Tough choices on COVID-19 in the Pacific

| July 6, 2020

In the Pacific islands region, the COVID-19 story is one of contrasts. There have been few confirmed cases of infection. Many Pacific island countries are COVID-19-free thanks to the swift and decisive actions of governments in closing borders early and keeping them firmly shut.

But the danger is not over yet so there is no room for complacency. Significant risk factors are still present in Pacific island countries, including a prevalence of chronic disease and weak healthcare systems despite recent international efforts to provide support by way of funding and equipment.

The global shutdown of travel and tourism has had major economic impacts on the Pacific. A number of Pacific island countries such as Cook Islands, Fiji and Vanuatu rely heavily on tourism. In Vanuatu, the tourism sector is the largest provider of employment outside the public sector.

A recent survey conducted by the Vanuatu Chamber of Commerce reported that 70 per cent of business owners in the tourism sector have laid off staff. The IMF’s Pacific tourism tracker records a 99.1 per cent fall in tourist arrivals in Fiji this May compared to May 2019.

In small economies, these disruptions have the potential to indirectly affect a significant proportion of the population beyond those in the direct firing line. In urban and peri-urban areas, something as small as one member of the family no longer receiving meals at their workplace can put a severe strain on already constrained household resources.

While a number of governments have introduced stimulus and support packages to tackle the economic hardships facing their communities, ensuring their longer-term sustainability will be another difficult challenge. There are social and customary support structures in place among families and kinship groups, but these are becoming increasingly strained. Government-funded social protection systems are either non-existent or extremely limited.

Tourism may look very different in the Pacific post-COVID-19. It is unlikely that all businesses will survive. There are some opportunities to promote domestic tourism, but as economic activity contracts overall, the current discounts on tourism are unlikely to be sustainable. Fiji has been promoting a ‘Bula Bubble’ model in an attempt to kickstart an early recovery.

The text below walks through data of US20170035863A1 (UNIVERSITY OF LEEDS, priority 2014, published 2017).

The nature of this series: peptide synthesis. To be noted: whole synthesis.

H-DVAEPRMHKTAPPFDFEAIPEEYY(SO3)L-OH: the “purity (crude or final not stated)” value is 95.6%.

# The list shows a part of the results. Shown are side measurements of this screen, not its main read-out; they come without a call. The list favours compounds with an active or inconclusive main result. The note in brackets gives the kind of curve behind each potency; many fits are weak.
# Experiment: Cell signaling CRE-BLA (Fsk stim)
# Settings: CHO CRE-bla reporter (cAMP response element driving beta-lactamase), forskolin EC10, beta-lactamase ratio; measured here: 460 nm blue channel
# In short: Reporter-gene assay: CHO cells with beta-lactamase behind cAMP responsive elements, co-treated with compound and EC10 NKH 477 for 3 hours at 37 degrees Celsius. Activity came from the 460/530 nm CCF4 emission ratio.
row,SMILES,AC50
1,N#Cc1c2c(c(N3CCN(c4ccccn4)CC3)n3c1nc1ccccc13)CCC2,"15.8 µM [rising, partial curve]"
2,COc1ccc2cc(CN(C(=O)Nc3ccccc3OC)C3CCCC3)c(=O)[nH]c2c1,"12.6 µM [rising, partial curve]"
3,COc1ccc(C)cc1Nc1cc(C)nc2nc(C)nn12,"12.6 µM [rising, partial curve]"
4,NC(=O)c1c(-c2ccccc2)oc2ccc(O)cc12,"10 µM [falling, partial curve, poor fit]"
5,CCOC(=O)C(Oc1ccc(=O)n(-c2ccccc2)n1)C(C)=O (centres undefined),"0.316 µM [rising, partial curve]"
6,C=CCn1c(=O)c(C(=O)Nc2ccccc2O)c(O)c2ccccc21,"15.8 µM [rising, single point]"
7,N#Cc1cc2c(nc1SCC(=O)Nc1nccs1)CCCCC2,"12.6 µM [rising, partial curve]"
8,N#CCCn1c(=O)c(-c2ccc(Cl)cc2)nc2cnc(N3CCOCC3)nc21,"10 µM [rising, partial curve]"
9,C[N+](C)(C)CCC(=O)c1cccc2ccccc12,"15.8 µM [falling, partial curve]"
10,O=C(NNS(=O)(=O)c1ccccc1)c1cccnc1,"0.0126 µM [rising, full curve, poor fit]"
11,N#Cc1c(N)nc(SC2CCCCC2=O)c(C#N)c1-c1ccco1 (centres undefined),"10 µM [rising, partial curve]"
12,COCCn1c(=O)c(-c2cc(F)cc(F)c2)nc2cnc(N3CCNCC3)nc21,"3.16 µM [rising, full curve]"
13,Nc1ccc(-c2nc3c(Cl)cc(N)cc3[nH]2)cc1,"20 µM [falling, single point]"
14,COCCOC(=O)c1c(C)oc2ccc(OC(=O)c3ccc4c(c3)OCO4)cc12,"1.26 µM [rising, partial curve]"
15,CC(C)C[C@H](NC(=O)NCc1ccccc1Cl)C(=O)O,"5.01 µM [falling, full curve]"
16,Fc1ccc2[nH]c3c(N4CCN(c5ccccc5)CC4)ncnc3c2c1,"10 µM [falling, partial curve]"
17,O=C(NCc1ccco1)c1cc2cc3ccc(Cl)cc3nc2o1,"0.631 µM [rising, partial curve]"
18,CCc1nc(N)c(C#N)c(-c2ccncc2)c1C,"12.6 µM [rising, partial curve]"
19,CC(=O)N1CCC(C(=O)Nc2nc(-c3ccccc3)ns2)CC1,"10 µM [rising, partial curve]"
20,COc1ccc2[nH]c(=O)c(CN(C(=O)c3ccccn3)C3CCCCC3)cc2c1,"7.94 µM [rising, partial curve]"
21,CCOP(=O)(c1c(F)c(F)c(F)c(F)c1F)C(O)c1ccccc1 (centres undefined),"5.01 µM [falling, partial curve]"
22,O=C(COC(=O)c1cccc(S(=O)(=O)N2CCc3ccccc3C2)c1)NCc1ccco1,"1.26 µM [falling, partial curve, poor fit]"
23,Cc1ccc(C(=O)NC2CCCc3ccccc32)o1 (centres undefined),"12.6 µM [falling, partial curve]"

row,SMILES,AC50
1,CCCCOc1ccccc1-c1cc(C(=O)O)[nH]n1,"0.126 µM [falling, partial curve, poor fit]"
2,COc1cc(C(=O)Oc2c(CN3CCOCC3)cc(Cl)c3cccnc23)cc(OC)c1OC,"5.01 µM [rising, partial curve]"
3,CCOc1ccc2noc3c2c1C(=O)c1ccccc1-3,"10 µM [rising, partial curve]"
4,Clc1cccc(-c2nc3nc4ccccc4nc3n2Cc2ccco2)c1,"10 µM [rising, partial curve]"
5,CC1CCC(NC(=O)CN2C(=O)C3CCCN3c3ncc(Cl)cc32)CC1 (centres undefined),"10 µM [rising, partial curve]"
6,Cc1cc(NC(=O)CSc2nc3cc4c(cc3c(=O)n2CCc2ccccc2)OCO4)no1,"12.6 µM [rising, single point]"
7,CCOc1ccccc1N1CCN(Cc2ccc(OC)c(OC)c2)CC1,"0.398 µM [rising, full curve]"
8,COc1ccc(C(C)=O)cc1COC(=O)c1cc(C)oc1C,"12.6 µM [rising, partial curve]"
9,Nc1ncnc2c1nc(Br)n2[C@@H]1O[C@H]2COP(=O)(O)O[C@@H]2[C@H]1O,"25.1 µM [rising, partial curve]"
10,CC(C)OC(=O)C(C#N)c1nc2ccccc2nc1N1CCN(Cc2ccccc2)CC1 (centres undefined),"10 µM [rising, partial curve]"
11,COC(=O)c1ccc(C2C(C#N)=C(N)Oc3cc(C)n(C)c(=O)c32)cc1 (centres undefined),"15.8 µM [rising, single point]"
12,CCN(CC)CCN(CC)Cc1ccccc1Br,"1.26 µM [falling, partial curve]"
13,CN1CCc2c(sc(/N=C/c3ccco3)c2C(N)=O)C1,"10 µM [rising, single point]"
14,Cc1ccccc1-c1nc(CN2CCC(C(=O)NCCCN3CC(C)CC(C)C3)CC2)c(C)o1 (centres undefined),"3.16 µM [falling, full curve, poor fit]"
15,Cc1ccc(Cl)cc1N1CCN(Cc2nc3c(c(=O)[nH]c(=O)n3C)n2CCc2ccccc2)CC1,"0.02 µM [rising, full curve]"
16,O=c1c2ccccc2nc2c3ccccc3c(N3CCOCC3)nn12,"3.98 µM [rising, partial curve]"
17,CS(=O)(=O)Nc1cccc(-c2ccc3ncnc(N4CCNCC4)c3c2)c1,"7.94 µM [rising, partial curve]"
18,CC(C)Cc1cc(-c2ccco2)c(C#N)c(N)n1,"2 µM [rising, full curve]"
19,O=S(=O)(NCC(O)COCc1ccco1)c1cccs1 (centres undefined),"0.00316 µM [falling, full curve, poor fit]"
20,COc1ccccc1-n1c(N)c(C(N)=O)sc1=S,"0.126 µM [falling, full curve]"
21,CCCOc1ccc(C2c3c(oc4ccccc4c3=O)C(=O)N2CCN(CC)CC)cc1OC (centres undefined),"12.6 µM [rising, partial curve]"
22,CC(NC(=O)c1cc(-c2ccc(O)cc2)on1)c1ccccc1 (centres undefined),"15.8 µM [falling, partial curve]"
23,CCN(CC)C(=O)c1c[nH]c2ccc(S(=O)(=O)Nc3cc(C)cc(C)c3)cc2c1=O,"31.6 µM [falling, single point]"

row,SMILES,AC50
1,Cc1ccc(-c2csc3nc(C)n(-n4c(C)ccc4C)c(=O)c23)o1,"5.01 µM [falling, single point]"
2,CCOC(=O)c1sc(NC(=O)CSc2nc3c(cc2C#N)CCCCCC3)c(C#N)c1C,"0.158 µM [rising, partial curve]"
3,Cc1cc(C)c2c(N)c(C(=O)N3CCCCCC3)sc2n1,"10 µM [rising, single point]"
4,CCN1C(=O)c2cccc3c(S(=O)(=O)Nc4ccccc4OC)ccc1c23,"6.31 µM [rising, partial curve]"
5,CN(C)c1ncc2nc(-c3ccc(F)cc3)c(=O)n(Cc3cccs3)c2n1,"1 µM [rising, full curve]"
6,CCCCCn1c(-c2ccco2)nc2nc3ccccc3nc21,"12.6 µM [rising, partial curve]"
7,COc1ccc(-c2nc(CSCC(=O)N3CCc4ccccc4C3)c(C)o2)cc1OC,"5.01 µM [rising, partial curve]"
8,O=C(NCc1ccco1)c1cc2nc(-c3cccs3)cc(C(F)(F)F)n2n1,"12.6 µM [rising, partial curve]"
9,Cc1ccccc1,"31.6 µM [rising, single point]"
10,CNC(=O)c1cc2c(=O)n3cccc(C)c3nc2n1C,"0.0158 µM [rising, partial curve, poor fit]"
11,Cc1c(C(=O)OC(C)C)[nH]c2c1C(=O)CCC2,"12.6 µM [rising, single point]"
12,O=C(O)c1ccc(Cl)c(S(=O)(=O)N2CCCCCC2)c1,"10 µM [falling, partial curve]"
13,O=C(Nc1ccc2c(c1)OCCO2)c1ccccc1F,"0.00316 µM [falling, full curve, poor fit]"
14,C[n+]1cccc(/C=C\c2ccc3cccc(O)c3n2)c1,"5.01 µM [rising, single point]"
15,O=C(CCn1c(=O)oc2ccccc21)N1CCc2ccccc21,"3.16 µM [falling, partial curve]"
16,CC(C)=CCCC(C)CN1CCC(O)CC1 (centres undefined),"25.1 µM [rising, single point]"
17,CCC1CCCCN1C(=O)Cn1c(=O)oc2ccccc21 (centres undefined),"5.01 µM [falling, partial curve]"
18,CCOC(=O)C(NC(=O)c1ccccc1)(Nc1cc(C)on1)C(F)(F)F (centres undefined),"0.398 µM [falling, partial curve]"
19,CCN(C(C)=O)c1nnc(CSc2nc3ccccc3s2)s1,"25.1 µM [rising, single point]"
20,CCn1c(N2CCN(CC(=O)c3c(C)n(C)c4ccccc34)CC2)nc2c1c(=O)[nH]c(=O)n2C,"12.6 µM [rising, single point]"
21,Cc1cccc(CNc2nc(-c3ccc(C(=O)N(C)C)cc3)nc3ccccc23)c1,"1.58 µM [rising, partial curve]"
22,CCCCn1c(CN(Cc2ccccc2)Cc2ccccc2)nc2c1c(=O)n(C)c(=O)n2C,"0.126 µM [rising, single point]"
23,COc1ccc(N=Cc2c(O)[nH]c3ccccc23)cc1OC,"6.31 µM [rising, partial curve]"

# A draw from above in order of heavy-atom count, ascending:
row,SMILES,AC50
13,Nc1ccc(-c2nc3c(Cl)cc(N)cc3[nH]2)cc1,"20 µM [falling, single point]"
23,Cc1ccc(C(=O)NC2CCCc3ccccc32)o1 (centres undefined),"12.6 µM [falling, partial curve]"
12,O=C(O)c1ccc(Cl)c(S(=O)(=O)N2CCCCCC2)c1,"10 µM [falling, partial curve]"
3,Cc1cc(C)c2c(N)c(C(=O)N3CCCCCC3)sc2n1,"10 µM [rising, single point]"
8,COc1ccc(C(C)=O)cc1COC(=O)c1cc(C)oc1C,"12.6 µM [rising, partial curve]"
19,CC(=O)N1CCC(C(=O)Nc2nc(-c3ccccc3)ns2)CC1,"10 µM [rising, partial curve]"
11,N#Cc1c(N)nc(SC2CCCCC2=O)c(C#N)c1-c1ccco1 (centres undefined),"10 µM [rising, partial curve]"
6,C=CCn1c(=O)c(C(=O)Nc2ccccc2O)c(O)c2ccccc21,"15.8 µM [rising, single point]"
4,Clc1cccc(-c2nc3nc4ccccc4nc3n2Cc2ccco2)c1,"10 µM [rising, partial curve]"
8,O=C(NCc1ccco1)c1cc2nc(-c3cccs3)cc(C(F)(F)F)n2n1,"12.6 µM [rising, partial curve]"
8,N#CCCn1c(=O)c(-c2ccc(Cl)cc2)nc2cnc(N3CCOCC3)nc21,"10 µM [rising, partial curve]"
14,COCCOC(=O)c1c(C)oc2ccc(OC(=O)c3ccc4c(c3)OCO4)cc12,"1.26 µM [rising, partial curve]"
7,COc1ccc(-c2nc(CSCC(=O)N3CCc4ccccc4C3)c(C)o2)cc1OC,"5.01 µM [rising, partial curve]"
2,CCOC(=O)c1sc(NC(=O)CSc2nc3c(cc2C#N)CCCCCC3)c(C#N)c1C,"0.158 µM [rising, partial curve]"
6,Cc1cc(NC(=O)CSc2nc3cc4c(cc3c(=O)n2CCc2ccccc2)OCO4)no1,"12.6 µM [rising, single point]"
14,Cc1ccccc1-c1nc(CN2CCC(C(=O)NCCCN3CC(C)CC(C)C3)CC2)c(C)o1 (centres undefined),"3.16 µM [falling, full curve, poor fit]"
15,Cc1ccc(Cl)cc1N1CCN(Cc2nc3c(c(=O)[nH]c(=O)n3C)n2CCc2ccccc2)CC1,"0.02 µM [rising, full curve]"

It is unsurprising that the push for Pacific island countries to be included in an expanded trans-Tasman bubble is gaining momentum. The governments of Australia and New Zealand have so far resisted calls that they include Pacific island governments or even the Pacific Islands Forum Secretariat in the planning that is currently ongoing between stakeholders of relevant agencies and industry groups.

In New Zealand the conversation has been taken by some in the direction of establishing an NZ–Pacific ‘bubble’, eventually adding Australia once its containment efforts have minimised transmissions. But this proposal does not include Melanesian COVID-19-free countries such as Vanuatu and Solomon Islands.

This is a huge missed opportunity for Australia to shift gears on its Pacific step-up and to move it from something that Australia does for or to the Pacific to something that is done with the Pacific.

Recently, the Australian High Commissioner to Fiji talked of a Pacific bubble in terms of something that could be ‘applied to’ Fiji once all the hard work had been done by Australia and New Zealand. This level of paternalism and condescension should be a thing of the past.

The issues in question — the opening and closing of borders, biosecurity management and safeguarding public health — are ones that pertain to the exercise of sovereign powers. The time to be discussing the opportunities, risks and modalities with Pacific leaders is now.

For Pacific island countries, there are numerous factors to consider in engaging with a Pacific bubble. At the political and community levels, people are prepared to wear a degree of economic pain in order to protect vulnerable populations and safeguard health. If and when the time comes that this is no longer sustainable, there will be major issues concerning border control, biosecurity and public health management.

Managing community anxiety about reopening borders will also be paramount. This COVID-19 anxiety is evident in regard to the repatriation of citizens and residents, and is unlikely to subside when countries begin reintroducing tourists.

The sudden blow to tourism in the Pacific will have lasting impacts that will take a long time to overcome. While economic diversification may be attractive, achieving this is not an easy task even at the best of times. In Cook Islands, the government has indicated that they want to progress exploration of seabed mining to create a revenue stream other than that provided by tourism. This continues to be controversial but is an indication of the tough economic and political decisions that Pacific island leaders are facing.

The balance between protecting the lives of Pacific island people and safeguarding livelihoods and economies in the region makes for a serious challenge for the region’s policymakers.

This article was published by the East Asia Forum.